“As I embark on the next chapter of my career, I wish you all the best and keep fighting for quality journalism,” he wrote in the email, which was obtained by Deadline.

The investigative unit won a News and Documentary Emmy in 2018 for the network’s series on sexual assault in the military. They also won a year earlier for an investigation into the Wounded Warrior Project charity, as well as Emmys for pharmacy fraud. Tepper was also part of the winning team for coverage of the Boston Marathon bombings. Tepper joined the network in 2009 after stints with ABC News and NBC News.

His departure is the latest news division reshuffle since Neeraj Khemlani and Wendy McMahon were named chairmen and co-heads of a newly unified CBS News and Stations. In July, Jay Shaylor stepped down as executive producer of CBS Evening News with Norah O’Donnell.

Conant announced that Friday would be his last day in an email to staff. She has been on maternity leave for a few months and has decided not to return. She plans to take other opportunities, she said in the email.

“I am fortunate to have had the opportunity to lead the political unit during such a difficult and unprecedented presidential cycle, and I am even more fortunate to call you friends,” Conant wrote.

She has been part of the network for five years, first as Director General of Communications, then, in 2018, she was appointed Political Director of the Information Division.

Business Insider first reported the news of the departures.


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Politicization at the HHS Office for Civil Rights https://milwaukeecountyfirst.com/politicization-at-the-hhs-office-for-civil-rights/ https://milwaukeecountyfirst.com/politicization-at-the-hhs-office-for-civil-rights/#respond Fri, 17 Sep 2021 16:05:08 +0000 https://milwaukeecountyfirst.com/politicization-at-the-hhs-office-for-civil-rights/ Xavier Becerra, Director of Health and Human Services (HHS), attends a hearing on Capitol Hill in Washington, DC on February 24, 2021. (Michael Reynolds / Reuters) It has been more than six months since President Biden’s inauguration, but he has yet to appoint a director of the Office of Civil Rights (OCR) at the US […]]]>

Xavier Becerra, Director of Health and Human Services (HHS), attends a hearing on Capitol Hill in Washington, DC on February 24, 2021. (Michael Reynolds / Reuters)

It has been more than six months since President Biden’s inauguration, but he has yet to appoint a director of the Office of Civil Rights (OCR) at the US Department of Health and Human Services (HHS) – possibly the most important federal office that you might not have heard of. The OCR is responsible for ensuring that every program administered or funded by the United States’ largest federal agency through the budget complies with all applicable civil rights and conscience and religious freedom laws. If that wasn’t a big enough task, it also enforces our country’s health information privacy laws, including HIPAA. The OCR is responsible for enforcing these laws on their terms and without undue political influence, but I’m concerned that the office I headed for four years under the Trump administration has strayed and is politicized beyond any recognition under the new regime.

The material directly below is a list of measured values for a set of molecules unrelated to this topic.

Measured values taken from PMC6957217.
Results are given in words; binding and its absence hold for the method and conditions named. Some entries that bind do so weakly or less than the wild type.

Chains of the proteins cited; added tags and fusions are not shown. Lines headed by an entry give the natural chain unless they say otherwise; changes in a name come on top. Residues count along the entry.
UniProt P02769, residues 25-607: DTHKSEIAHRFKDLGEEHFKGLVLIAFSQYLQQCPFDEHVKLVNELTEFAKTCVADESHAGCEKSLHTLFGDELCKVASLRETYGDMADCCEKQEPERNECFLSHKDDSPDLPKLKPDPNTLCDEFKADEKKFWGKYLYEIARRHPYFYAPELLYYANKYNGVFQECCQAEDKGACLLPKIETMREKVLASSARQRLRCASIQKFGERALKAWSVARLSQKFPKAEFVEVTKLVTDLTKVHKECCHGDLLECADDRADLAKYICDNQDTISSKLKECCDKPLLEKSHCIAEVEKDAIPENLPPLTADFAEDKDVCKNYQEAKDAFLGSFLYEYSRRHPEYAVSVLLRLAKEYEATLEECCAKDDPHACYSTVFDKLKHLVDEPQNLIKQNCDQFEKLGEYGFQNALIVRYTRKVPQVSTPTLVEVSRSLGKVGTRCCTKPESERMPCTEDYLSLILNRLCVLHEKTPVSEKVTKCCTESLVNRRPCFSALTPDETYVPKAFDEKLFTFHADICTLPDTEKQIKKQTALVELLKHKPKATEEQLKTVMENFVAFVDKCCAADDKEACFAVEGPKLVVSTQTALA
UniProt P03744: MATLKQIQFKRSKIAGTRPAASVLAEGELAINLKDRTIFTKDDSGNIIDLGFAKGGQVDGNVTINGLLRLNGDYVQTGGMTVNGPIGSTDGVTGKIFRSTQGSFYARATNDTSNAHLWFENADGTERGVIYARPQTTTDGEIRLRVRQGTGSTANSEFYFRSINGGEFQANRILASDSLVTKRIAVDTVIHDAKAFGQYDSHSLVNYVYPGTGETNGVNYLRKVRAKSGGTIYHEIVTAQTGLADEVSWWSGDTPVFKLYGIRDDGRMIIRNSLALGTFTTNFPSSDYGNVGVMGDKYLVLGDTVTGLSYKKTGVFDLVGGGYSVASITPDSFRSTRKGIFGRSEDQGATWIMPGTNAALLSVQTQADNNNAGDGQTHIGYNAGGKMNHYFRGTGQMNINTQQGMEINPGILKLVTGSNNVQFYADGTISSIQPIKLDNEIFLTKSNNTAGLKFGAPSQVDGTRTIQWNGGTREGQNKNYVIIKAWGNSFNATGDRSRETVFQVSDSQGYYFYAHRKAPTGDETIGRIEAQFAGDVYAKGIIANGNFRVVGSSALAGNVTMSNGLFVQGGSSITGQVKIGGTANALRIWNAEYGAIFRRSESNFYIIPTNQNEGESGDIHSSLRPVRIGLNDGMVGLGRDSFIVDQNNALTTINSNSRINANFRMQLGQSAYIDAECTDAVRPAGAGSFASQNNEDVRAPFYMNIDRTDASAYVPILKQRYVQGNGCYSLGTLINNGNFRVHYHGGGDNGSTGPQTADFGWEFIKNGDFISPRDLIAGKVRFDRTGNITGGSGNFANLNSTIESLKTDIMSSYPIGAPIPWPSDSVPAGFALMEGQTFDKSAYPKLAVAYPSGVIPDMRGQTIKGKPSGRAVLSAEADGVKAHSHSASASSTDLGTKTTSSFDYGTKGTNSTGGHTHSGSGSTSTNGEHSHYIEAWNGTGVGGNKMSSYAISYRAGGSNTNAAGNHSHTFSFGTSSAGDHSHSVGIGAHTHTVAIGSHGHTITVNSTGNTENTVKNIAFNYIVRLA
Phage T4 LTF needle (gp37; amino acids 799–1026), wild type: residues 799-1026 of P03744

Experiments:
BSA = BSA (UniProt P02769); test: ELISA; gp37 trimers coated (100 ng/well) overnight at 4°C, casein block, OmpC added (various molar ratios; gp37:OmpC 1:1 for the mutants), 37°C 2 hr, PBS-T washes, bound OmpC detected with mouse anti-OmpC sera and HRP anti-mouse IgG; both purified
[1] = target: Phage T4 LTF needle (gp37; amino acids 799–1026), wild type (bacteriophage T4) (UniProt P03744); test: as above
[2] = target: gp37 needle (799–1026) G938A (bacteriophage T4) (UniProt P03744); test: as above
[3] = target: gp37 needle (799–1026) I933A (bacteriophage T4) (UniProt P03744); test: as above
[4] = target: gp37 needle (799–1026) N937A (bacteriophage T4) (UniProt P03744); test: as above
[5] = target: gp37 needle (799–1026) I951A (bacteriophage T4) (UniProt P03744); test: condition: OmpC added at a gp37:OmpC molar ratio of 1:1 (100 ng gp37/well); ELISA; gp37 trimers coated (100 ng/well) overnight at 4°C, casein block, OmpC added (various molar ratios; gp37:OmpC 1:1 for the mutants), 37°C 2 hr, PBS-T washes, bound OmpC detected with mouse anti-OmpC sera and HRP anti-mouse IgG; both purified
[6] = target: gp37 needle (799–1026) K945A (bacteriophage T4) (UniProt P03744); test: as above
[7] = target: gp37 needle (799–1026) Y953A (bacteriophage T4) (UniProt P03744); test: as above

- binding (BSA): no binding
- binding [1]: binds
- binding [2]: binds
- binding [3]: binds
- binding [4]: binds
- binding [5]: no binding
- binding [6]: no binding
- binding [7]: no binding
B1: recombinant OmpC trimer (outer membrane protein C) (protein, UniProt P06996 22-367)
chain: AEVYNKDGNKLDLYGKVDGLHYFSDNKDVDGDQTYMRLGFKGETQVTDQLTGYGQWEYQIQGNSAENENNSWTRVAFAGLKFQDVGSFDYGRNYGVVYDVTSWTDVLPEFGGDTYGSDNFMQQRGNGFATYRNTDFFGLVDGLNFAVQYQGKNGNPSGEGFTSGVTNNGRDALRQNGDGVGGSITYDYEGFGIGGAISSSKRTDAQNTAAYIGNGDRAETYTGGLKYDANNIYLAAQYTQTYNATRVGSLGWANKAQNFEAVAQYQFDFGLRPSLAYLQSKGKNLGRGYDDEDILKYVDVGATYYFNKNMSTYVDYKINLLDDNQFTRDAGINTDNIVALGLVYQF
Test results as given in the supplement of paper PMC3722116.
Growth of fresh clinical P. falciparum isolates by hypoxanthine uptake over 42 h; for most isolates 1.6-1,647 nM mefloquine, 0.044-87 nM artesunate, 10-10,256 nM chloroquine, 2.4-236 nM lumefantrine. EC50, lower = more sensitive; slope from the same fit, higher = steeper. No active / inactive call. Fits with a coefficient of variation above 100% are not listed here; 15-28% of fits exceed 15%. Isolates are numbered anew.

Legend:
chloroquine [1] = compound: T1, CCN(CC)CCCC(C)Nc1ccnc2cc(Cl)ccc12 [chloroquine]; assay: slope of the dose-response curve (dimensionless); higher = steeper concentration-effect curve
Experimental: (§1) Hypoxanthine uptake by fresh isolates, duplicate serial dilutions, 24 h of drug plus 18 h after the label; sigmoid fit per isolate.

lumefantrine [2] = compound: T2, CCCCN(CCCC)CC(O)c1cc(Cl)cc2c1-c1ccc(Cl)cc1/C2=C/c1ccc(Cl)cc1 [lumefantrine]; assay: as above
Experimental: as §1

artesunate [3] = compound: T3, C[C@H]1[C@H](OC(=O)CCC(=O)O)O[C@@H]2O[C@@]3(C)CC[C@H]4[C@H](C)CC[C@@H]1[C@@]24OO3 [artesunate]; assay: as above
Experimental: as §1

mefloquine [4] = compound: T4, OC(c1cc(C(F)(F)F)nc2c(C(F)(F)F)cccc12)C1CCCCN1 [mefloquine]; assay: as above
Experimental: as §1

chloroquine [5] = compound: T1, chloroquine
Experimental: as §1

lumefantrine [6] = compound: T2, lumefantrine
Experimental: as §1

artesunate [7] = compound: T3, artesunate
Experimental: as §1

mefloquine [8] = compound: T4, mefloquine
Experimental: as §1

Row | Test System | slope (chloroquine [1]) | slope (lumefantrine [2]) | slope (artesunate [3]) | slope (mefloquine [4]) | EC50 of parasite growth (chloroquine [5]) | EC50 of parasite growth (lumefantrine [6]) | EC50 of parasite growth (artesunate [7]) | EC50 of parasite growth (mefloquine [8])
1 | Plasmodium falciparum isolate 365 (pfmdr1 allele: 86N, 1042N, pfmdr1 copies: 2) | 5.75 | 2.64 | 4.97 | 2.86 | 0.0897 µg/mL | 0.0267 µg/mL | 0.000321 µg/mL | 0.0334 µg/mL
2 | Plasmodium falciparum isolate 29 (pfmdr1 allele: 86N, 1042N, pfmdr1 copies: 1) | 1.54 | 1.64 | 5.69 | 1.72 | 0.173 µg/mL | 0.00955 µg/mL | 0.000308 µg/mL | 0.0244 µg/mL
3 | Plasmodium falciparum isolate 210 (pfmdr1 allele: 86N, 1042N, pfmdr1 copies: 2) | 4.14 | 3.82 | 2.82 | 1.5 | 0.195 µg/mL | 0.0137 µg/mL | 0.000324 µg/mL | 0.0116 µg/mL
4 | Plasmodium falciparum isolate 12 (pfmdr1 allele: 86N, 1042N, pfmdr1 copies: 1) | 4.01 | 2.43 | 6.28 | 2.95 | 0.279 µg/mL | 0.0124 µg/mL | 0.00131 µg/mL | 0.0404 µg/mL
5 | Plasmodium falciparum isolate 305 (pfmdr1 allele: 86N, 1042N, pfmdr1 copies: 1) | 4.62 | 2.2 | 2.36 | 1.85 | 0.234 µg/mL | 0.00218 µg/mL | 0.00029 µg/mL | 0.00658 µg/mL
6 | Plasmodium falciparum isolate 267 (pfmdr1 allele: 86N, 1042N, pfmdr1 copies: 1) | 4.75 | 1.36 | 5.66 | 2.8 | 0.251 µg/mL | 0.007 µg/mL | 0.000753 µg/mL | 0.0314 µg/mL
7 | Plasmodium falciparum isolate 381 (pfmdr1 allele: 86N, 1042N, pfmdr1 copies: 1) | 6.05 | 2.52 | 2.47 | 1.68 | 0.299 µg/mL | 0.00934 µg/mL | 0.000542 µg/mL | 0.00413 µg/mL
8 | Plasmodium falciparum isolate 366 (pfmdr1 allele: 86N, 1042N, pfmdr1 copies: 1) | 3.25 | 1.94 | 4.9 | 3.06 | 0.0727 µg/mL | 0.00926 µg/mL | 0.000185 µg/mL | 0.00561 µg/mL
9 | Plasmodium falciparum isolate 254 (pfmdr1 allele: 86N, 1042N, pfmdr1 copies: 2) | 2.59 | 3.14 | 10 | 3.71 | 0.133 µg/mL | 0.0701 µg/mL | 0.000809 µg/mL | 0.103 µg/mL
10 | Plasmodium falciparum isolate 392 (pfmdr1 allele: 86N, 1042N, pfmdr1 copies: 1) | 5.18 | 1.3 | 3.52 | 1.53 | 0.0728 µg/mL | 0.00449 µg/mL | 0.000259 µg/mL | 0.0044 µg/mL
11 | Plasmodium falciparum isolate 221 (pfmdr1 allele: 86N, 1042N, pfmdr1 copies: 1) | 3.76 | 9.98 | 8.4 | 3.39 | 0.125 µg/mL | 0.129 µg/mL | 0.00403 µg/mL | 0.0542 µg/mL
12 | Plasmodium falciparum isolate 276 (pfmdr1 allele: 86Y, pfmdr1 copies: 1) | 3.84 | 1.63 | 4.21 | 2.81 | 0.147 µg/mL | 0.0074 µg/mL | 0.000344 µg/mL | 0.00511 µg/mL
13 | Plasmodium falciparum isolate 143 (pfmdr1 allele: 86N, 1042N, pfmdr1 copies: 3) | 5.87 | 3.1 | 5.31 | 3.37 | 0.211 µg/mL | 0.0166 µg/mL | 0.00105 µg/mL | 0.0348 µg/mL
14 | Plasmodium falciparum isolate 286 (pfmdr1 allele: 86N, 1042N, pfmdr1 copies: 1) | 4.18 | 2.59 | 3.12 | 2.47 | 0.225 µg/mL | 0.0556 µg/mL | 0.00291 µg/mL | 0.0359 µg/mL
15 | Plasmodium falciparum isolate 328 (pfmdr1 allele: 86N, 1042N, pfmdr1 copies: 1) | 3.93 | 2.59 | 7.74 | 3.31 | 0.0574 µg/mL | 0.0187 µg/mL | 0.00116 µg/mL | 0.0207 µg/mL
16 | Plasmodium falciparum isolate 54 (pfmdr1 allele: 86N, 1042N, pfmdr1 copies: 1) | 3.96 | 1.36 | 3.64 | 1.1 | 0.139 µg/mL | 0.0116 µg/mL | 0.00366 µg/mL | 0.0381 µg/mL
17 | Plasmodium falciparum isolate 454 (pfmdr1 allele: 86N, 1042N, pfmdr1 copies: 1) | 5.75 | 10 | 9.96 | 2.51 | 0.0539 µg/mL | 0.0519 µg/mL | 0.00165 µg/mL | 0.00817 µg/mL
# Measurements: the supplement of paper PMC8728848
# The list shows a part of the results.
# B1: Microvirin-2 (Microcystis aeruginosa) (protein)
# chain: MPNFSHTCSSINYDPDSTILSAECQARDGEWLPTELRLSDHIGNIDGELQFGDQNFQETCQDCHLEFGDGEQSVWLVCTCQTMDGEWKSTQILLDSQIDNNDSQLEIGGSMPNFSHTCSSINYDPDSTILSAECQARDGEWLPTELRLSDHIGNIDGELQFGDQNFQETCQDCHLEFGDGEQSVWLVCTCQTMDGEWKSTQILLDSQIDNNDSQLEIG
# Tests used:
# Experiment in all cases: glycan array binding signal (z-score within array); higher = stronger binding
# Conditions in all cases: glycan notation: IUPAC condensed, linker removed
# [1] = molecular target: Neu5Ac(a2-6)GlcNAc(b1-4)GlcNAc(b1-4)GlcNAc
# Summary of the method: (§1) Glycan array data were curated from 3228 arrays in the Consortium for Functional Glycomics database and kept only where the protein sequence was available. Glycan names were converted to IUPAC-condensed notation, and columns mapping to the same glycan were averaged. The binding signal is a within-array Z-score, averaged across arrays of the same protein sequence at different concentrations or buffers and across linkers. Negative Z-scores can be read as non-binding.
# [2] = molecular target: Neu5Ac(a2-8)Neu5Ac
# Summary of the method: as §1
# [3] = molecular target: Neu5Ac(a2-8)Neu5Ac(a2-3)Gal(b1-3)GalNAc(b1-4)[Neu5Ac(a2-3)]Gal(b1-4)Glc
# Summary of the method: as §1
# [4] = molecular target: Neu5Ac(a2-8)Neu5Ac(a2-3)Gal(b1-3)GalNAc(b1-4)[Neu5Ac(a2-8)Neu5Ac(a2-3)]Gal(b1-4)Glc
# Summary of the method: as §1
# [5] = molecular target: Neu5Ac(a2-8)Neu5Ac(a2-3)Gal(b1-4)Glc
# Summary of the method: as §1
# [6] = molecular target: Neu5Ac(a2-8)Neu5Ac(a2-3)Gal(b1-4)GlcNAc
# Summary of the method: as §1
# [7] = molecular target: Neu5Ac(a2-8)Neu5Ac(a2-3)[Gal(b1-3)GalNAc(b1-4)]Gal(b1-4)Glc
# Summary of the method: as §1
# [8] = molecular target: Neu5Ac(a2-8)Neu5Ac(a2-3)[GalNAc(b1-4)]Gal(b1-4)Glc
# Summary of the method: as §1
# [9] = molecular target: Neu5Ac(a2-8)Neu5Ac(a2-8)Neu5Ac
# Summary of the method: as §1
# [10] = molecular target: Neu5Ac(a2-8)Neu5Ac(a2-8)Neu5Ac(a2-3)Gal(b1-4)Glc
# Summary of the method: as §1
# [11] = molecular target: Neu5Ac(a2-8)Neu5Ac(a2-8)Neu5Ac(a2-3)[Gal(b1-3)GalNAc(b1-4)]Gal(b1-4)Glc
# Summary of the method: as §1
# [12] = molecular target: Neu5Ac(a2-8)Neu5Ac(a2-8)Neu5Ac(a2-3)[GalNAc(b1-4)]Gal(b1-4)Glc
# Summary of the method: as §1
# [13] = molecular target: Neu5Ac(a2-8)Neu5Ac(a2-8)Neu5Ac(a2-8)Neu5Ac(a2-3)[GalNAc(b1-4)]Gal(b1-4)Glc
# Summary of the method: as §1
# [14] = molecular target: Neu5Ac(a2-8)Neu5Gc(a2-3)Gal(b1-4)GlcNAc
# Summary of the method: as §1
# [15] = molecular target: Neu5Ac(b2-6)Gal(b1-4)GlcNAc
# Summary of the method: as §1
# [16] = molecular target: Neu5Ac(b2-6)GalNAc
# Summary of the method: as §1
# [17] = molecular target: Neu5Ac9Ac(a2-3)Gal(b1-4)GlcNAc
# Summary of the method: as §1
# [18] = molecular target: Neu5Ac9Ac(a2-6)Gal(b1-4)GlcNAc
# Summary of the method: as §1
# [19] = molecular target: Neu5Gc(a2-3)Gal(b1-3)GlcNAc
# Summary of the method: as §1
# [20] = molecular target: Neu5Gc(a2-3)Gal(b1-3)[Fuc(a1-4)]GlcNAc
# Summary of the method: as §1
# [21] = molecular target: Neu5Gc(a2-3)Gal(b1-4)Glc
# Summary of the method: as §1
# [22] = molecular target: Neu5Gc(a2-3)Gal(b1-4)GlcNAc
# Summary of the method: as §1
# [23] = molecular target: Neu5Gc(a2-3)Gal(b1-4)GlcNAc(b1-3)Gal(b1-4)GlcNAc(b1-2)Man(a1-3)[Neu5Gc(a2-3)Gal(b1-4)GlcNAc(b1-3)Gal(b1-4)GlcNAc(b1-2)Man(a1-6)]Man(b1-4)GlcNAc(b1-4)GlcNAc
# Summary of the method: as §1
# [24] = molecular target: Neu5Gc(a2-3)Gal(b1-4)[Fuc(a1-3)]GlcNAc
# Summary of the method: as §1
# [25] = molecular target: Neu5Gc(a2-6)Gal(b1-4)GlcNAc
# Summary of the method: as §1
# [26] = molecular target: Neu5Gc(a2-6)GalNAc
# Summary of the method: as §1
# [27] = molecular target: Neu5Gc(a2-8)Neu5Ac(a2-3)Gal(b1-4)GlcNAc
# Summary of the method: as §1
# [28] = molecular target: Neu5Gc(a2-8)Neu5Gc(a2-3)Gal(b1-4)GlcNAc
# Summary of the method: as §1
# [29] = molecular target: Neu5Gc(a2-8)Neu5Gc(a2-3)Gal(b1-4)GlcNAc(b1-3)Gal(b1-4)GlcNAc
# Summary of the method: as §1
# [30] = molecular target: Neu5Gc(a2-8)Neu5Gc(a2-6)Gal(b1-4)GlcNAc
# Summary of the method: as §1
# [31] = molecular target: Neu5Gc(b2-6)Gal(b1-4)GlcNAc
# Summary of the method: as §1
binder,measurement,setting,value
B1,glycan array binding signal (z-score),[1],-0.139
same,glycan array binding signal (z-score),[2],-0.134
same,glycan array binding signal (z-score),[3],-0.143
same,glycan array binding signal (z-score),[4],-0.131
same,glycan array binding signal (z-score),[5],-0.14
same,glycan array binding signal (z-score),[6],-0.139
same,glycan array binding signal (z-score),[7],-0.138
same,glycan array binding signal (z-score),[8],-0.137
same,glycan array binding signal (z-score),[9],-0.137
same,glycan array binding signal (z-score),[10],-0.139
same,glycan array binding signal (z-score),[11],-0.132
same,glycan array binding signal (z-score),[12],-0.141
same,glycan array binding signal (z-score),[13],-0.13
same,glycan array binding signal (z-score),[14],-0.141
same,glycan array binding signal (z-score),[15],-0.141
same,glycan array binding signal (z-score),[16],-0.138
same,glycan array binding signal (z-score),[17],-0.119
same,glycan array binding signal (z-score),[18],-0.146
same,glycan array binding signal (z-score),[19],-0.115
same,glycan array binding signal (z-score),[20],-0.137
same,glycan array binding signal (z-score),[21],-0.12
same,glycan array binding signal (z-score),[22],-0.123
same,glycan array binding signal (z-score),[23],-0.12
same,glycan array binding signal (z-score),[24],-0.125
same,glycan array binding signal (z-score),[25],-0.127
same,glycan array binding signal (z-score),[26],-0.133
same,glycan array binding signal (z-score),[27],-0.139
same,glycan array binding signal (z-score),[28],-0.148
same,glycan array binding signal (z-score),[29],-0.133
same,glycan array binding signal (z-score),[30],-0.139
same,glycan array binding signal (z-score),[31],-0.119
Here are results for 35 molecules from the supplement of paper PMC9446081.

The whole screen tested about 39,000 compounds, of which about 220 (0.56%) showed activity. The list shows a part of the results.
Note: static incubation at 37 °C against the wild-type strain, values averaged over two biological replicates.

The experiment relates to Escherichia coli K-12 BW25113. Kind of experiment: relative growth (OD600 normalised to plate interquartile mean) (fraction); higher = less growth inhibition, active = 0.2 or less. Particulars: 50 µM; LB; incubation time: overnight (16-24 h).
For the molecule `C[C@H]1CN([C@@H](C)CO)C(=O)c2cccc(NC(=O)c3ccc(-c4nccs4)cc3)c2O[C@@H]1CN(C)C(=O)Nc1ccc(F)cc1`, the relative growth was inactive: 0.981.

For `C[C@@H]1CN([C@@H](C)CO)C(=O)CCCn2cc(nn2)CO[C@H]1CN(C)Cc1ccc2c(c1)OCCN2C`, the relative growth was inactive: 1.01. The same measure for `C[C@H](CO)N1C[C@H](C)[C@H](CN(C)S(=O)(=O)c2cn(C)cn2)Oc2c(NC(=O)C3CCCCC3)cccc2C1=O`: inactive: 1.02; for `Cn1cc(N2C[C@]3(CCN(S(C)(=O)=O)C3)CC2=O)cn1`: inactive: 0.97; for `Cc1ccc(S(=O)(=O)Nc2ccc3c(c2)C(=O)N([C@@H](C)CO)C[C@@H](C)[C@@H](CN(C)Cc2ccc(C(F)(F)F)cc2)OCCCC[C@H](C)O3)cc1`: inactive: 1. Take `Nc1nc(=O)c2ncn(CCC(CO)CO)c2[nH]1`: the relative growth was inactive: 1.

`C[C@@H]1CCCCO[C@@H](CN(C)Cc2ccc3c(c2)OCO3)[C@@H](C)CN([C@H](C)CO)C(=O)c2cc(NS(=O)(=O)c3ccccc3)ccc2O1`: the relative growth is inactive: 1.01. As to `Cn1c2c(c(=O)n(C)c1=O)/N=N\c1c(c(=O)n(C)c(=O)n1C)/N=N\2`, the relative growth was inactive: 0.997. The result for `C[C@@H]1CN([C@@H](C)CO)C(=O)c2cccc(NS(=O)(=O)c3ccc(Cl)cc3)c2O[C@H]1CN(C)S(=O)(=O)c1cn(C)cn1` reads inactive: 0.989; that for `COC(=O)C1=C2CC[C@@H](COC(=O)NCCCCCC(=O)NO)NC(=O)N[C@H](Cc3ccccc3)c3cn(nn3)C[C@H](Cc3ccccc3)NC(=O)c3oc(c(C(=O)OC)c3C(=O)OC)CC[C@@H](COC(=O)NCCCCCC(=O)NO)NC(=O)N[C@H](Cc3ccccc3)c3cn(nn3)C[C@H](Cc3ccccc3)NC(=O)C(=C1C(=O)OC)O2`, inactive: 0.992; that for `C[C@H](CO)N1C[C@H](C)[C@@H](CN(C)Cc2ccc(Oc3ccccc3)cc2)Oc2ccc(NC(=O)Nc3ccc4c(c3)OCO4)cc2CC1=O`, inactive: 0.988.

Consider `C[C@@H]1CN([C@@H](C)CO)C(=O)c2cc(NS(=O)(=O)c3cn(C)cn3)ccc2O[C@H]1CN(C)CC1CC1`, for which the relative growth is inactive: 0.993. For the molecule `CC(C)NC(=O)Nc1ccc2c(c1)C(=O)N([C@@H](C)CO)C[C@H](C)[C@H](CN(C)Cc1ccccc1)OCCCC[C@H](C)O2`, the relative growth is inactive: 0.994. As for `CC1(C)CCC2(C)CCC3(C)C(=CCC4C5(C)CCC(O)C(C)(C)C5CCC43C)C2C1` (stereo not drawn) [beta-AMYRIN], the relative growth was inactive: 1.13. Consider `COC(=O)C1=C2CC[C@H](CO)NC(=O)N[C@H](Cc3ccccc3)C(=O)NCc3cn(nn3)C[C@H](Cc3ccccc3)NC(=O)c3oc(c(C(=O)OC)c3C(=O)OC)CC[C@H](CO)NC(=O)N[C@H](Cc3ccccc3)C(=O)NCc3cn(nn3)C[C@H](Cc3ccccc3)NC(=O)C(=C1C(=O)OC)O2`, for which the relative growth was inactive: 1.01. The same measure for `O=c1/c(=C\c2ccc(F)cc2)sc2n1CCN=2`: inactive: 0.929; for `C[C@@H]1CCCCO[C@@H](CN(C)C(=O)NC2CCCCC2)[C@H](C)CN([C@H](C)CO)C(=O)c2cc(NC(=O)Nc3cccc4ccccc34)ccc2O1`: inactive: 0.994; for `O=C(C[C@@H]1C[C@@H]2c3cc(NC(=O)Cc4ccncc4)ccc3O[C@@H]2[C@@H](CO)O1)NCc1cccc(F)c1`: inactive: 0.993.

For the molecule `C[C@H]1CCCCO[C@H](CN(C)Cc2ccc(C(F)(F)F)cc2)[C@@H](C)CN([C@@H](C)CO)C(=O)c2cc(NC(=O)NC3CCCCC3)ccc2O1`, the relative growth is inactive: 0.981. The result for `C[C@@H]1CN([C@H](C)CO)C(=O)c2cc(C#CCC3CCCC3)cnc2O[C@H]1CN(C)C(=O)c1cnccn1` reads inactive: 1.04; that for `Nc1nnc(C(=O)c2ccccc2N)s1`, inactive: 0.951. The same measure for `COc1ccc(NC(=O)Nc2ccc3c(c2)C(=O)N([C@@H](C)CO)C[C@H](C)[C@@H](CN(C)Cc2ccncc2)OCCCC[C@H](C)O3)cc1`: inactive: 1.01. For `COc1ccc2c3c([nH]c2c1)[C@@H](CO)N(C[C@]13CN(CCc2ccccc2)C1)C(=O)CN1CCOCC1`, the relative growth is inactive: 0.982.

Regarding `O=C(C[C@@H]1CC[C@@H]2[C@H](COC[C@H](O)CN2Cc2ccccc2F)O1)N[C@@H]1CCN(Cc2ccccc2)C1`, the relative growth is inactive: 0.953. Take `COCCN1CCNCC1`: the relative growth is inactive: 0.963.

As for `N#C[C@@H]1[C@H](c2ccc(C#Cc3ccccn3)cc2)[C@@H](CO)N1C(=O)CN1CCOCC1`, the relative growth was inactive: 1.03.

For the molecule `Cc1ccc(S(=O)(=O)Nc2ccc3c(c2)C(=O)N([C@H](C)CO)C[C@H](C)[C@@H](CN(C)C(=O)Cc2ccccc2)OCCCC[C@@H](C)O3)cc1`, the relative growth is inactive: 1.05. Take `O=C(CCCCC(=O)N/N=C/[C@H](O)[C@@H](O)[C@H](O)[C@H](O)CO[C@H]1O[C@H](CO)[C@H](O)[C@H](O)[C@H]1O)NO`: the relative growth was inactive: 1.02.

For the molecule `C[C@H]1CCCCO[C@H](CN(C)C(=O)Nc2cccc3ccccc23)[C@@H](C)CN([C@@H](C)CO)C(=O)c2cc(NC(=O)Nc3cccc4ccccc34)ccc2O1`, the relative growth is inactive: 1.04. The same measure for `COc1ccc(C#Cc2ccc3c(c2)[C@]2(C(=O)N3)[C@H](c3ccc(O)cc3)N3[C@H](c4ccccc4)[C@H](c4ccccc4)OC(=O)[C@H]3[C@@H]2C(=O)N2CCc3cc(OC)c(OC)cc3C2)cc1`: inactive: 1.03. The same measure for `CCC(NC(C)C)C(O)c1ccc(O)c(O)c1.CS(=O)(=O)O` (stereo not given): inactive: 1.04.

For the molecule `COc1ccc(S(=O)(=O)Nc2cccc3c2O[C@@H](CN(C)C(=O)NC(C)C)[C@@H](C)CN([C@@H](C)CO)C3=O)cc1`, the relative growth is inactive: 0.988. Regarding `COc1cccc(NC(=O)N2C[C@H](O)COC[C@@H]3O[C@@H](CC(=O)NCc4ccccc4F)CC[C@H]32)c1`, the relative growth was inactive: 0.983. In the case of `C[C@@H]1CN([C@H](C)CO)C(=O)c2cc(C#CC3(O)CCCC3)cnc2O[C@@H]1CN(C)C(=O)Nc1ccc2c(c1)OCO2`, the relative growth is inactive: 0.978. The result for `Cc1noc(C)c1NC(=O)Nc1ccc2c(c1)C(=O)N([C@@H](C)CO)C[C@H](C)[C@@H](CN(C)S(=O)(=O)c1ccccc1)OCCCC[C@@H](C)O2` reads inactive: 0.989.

I founded a new Conscience and Religious Freedom Division at OCR to ensure that our conscience laws were enforced like any other civil law. Indeed, the Division of Consciousness find Xavier Becerra, the running HHS secretary, twice violating federal conscience laws while serving as California attorney general – once for forcing an order of nuns to purchase abortion coverage. Because federal law prohibits the HHS from funding states that discriminate against people who don’t perform, cover, or pay for abortions, Becerra’s abortive radicalism cost his condition $ 200 million in Medicaid funds. This summer, however, OCR quietly released findings of violation against California and the HHS reinstated the denied funds. Around the same time, the OCR overturned the formal violation findings against the University of Vermont Medical Center for forcing a nurse to participate in an abortion despite her religious objections, in blatant violation of the law. The politician appointees have undone the work of dedicated career professionals who have conducted these investigations, reviewed hundreds of documents, investigated witnesses, and meticulously constructed these cases over the years. Now violators have been given full pardons because HHS appointees do favors for special abortion interests. This is what fully politicized law enforcement looks like.

Although Becerra is a walking conflict of interest over matters of conscience, he probably does not make day-to-day political decisions in the OCR. This person is however:

The person who explicitly equates the Consciousness Division with purported rape apologists (although DeVos is not one) is Laura Durso, OCR chief of staff and appointed politician. Here is another example of Durso’s temperate and impartial neutrality:

In an interview recorded in 2018, she called the formation of the division of conscience “insulting”, said “they don’t care about the vulnerable” and claimed it was part of a plot to force Christian beliefs on the nation .

It’s getting worse. In the same interview, she enthusiastically agreed with the host – saying “yeah” “yeah” “yes” – when he slandered the Division as “an office that makes people feel like shit.” “Whose job” is the most immoral thing you can think of. de. “It’s not really a great way to make friends among the people she supervises now. But winning friends was never the goal. On the contrary, she was brought in to demoralize otherwise. dissolve an office that effectively enforced conscience protection laws passed by the people’s representatives in Congress.